Although unrelated to billing, our review of student records found that the Board did not ensure that autistic students received the services required by their Individualized Education Programs (IEPs) and did not always maintain adequate supporting documentation necessary to claim Medicaid reimbursement.
To address these issues, we make 20 recommendations. The major recommendations are that the Board should:
- Review its Biological (BIO) File information for the 83 autistic students identified during the audit as Medicaid-eligible and bill Medicaid for reimbursable services provided to them.
- Review the criteria it uses in the matching process between the BIO File and the New York State Department of Health (DOH) Medicaid Eligibility File. The Board should consider using social security numbers and student addresses as additional criteria in the matching process.
- Attempt to obtain student social security numbers from parents and enter these numbers in its BIO File.
- Contact DOH to obtain the correct Client Identification Number (CIN) for the students with two CINs.
- Consult the Mayors Office about how to standardize student addresses that appear in Board and various City agency records.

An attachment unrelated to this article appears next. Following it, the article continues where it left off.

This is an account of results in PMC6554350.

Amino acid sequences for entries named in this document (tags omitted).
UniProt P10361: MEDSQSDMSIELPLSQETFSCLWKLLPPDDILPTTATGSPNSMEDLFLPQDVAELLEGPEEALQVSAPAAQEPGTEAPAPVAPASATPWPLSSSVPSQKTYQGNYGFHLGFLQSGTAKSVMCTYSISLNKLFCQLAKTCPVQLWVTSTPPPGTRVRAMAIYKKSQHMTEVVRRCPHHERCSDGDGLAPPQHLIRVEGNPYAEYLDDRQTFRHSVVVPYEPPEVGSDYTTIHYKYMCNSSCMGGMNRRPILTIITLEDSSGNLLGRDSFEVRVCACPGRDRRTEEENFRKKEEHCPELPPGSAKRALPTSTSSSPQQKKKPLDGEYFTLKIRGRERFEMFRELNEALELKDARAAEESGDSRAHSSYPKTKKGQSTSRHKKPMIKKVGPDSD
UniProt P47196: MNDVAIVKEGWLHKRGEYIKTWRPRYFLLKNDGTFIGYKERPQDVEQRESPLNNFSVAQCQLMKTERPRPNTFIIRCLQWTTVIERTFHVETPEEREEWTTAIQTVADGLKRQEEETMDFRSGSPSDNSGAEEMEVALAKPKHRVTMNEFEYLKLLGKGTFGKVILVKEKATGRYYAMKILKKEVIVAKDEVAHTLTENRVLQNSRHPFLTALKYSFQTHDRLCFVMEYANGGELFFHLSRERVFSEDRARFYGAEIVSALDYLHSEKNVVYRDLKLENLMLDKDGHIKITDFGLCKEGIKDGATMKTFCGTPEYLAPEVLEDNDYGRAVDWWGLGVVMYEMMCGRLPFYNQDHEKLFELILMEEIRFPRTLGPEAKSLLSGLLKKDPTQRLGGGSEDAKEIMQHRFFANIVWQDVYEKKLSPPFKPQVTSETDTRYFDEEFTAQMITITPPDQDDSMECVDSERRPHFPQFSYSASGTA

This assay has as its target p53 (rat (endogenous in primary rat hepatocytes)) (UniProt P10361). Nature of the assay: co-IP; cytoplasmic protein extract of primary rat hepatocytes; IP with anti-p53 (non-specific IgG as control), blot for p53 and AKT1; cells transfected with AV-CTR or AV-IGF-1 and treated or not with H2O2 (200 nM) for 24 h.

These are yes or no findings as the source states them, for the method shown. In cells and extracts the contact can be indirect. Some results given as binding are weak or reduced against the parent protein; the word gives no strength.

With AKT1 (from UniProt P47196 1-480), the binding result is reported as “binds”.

- Review the State remittance report each month and resubmit any valid claim for which payment was denied.
- Review prior State remittance reports and re-submit claims previously denied under the error codes 152 and 131.
- Correct the CAP information for the students cited in this report whose records in the CAP system were without service start dates and then bill Medicaid for these students.
- Ensure that all services have an accurate start and stop date entered into CAP.
- Correct the billing codes for the students cited in the report whose records of services were miscoded in CAP and then bill Medicaid for these students.
- Review the discrepancies for the students cited in this report whose service start dates in CAP did not reconcile with the service start dates on their attendance cards.
- Develop procedures to ensure information on student attendance cards is correctly entered in CAP.
- Develop procedures to ensure that data entered in CAP accurately reflect the information on student attendance cards.
Discussion of Audit Results
The matters covered in this report were discussed with Board officials during and at the conclusion of this audit. A preliminary draft report was sent to Board officials on November 22, 2002, and was discussed at an exit conference on January 9, 2003. We submitted a draft report to Board officials on January 24, 2003, with a request for comments. We received a written response from Board officials on March 14, 2003.
In their comments, Board officials, responding as Department of Education (Department) officials, acknowledged the problems discussed in our audit report and stated that they have already begun to implement or to partially implement its recommendations. They stated, "The Department is proceeding on several fronts to improve the accuracy of the Medicaid reimbursement claiming process."